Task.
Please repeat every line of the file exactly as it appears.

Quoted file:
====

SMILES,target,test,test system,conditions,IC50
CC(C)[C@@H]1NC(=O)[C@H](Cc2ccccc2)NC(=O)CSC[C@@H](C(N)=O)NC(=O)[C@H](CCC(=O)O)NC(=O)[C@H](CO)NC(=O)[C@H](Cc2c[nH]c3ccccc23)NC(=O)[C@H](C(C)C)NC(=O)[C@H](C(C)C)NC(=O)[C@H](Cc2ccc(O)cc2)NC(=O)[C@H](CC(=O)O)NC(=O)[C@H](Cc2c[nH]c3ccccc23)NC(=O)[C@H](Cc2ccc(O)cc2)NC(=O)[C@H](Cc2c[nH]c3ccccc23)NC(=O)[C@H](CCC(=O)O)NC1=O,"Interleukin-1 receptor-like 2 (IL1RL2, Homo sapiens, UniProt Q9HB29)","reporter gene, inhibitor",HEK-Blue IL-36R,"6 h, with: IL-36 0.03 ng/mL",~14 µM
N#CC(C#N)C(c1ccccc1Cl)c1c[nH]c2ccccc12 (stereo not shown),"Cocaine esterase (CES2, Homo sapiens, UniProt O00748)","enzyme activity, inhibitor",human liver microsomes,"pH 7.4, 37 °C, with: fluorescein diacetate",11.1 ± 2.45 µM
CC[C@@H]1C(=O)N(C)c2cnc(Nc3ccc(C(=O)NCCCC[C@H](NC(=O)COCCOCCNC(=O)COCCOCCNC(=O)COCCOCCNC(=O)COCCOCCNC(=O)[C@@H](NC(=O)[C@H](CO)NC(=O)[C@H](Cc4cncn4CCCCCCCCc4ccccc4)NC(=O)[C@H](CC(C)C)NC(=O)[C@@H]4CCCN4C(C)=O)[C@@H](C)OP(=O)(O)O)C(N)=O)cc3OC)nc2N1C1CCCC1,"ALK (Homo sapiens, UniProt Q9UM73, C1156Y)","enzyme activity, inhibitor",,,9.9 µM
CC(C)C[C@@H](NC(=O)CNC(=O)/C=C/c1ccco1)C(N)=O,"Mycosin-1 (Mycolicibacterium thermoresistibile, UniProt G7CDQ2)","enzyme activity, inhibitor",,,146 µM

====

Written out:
SMILES,target,test,test system,conditions,IC50
CC(C)[C@@H]1NC(=O)[C@H](Cc2ccccc2)NC(=O)CSC[C@@H](C(N)=O)NC(=O)[C@H](CCC(=O)O)NC(=O)[C@H](CO)NC(=O)[C@H](Cc2c[nH]c3ccccc23)NC(=O)[C@H](C(C)C)NC(=O)[C@H](C(C)C)NC(=O)[C@H](Cc2ccc(O)cc2)NC(=O)[C@H](CC(=O)O)NC(=O)[C@H](Cc2c[nH]c3ccccc23)NC(=O)[C@H](Cc2ccc(O)cc2)NC(=O)[C@H](Cc2c[nH]c3ccccc23)NC(=O)[C@H](CCC(=O)O)NC1=O,"Interleukin-1 receptor-like 2 (IL1RL2, Homo sapiens, UniProt Q9HB29)","reporter gene, inhibitor",HEK-Blue IL-36R,"6 h, with: IL-36 0.03 ng/mL",~14 µM
N#CC(C#N)C(c1ccccc1Cl)c1c[nH]c2ccccc12 (stereo not shown),"Cocaine esterase (CES2, Homo sapiens, UniProt O00748)","enzyme activity, inhibitor",human liver microsomes,"pH 7.4, 37 °C, with: fluorescein diacetate",11.1 ± 2.45 µM
CC[C@@H]1C(=O)N(C)c2cnc(Nc3ccc(C(=O)NCCCC[C@H](NC(=O)COCCOCCNC(=O)COCCOCCNC(=O)COCCOCCNC(=O)COCCOCCNC(=O)[C@@H](NC(=O)[C@H](CO)NC(=O)[C@H](Cc4cncn4CCCCCCCCc4ccccc4)NC(=O)[C@H](CC(C)C)NC(=O)[C@@H]4CCCN4C(C)=O)[C@@H](C)OP(=O)(O)O)C(N)=O)cc3OC)nc2N1C1CCCC1,"ALK (Homo sapiens, UniProt Q9UM73, C1156Y)","enzyme activity, inhibitor",,,9.9 µM
CC(C)C[C@@H](NC(=O)CNC(=O)/C=C/c1ccco1)C(N)=O,"Mycosin-1 (Mycolicibacterium thermoresistibile, UniProt G7CDQ2)","enzyme activity, inhibitor",,,146 µM